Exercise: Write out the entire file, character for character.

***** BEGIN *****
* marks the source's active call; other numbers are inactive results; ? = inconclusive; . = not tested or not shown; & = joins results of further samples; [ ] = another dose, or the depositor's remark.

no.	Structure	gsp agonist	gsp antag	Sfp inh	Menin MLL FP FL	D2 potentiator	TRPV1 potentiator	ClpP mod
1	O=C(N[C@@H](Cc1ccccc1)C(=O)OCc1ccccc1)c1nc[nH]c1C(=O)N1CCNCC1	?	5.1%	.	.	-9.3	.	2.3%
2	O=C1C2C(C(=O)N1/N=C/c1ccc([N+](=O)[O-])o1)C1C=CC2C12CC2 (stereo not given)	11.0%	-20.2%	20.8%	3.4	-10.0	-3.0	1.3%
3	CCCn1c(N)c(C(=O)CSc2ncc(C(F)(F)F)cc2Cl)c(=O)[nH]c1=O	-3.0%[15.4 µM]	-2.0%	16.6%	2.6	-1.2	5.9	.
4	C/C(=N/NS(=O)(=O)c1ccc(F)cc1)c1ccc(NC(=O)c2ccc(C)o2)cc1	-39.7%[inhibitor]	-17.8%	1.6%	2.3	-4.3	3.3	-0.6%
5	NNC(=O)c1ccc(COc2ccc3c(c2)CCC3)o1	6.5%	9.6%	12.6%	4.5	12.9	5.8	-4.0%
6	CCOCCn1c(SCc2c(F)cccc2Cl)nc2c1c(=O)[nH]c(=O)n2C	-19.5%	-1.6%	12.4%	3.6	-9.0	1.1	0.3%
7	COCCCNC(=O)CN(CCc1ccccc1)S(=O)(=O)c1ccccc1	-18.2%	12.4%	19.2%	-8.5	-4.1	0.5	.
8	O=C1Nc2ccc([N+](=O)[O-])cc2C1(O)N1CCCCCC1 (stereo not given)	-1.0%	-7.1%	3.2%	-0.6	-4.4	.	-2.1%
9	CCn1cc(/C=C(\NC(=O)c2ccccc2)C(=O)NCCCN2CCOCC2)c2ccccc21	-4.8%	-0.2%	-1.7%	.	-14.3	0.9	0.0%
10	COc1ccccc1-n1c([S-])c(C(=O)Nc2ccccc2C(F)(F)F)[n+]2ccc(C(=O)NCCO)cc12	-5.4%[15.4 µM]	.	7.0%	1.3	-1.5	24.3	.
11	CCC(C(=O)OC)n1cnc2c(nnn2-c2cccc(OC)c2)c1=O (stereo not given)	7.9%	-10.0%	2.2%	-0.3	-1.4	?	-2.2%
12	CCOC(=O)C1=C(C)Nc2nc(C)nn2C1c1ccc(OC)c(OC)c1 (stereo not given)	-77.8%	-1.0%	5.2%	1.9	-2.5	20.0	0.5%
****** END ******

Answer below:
* marks the source's active call; other numbers are inactive results; ? = inconclusive; . = not tested or not shown; & = joins results of further samples; [ ] = another dose, or the depositor's remark.

no.	Structure	gsp agonist	gsp antag	Sfp inh	Menin MLL FP FL	D2 potentiator	TRPV1 potentiator	ClpP mod
1	O=C(N[C@@H](Cc1ccccc1)C(=O)OCc1ccccc1)c1nc[nH]c1C(=O)N1CCNCC1	?	5.1%	.	.	-9.3	.	2.3%
2	O=C1C2C(C(=O)N1/N=C/c1ccc([N+](=O)[O-])o1)C1C=CC2C12CC2 (stereo not given)	11.0%	-20.2%	20.8%	3.4	-10.0	-3.0	1.3%
3	CCCn1c(N)c(C(=O)CSc2ncc(C(F)(F)F)cc2Cl)c(=O)[nH]c1=O	-3.0%[15.4 µM]	-2.0%	16.6%	2.6	-1.2	5.9	.
4	C/C(=N/NS(=O)(=O)c1ccc(F)cc1)c1ccc(NC(=O)c2ccc(C)o2)cc1	-39.7%[inhibitor]	-17.8%	1.6%	2.3	-4.3	3.3	-0.6%
5	NNC(=O)c1ccc(COc2ccc3c(c2)CCC3)o1	6.5%	9.6%	12.6%	4.5	12.9	5.8	-4.0%
6	CCOCCn1c(SCc2c(F)cccc2Cl)nc2c1c(=O)[nH]c(=O)n2C	-19.5%	-1.6%	12.4%	3.6	-9.0	1.1	0.3%
7	COCCCNC(=O)CN(CCc1ccccc1)S(=O)(=O)c1ccccc1	-18.2%	12.4%	19.2%	-8.5	-4.1	0.5	.
8	O=C1Nc2ccc([N+](=O)[O-])cc2C1(O)N1CCCCCC1 (stereo not given)	-1.0%	-7.1%	3.2%	-0.6	-4.4	.	-2.1%
9	CCn1cc(/C=C(\NC(=O)c2ccccc2)C(=O)NCCCN2CCOCC2)c2ccccc21	-4.8%	-0.2%	-1.7%	.	-14.3	0.9	0.0%
10	COc1ccccc1-n1c([S-])c(C(=O)Nc2ccccc2C(F)(F)F)[n+]2ccc(C(=O)NCCO)cc12	-5.4%[15.4 µM]	.	7.0%	1.3	-1.5	24.3	.
11	CCC(C(=O)OC)n1cnc2c(nnn2-c2cccc(OC)c2)c1=O (stereo not given)	7.9%	-10.0%	2.2%	-0.3	-1.4	?	-2.2%
12	CCOC(=O)C1=C(C)Nc2nc(C)nn2C1c1ccc(OC)c(OC)c1 (stereo not given)	-77.8%	-1.0%	5.2%	1.9	-2.5	20.0	0.5%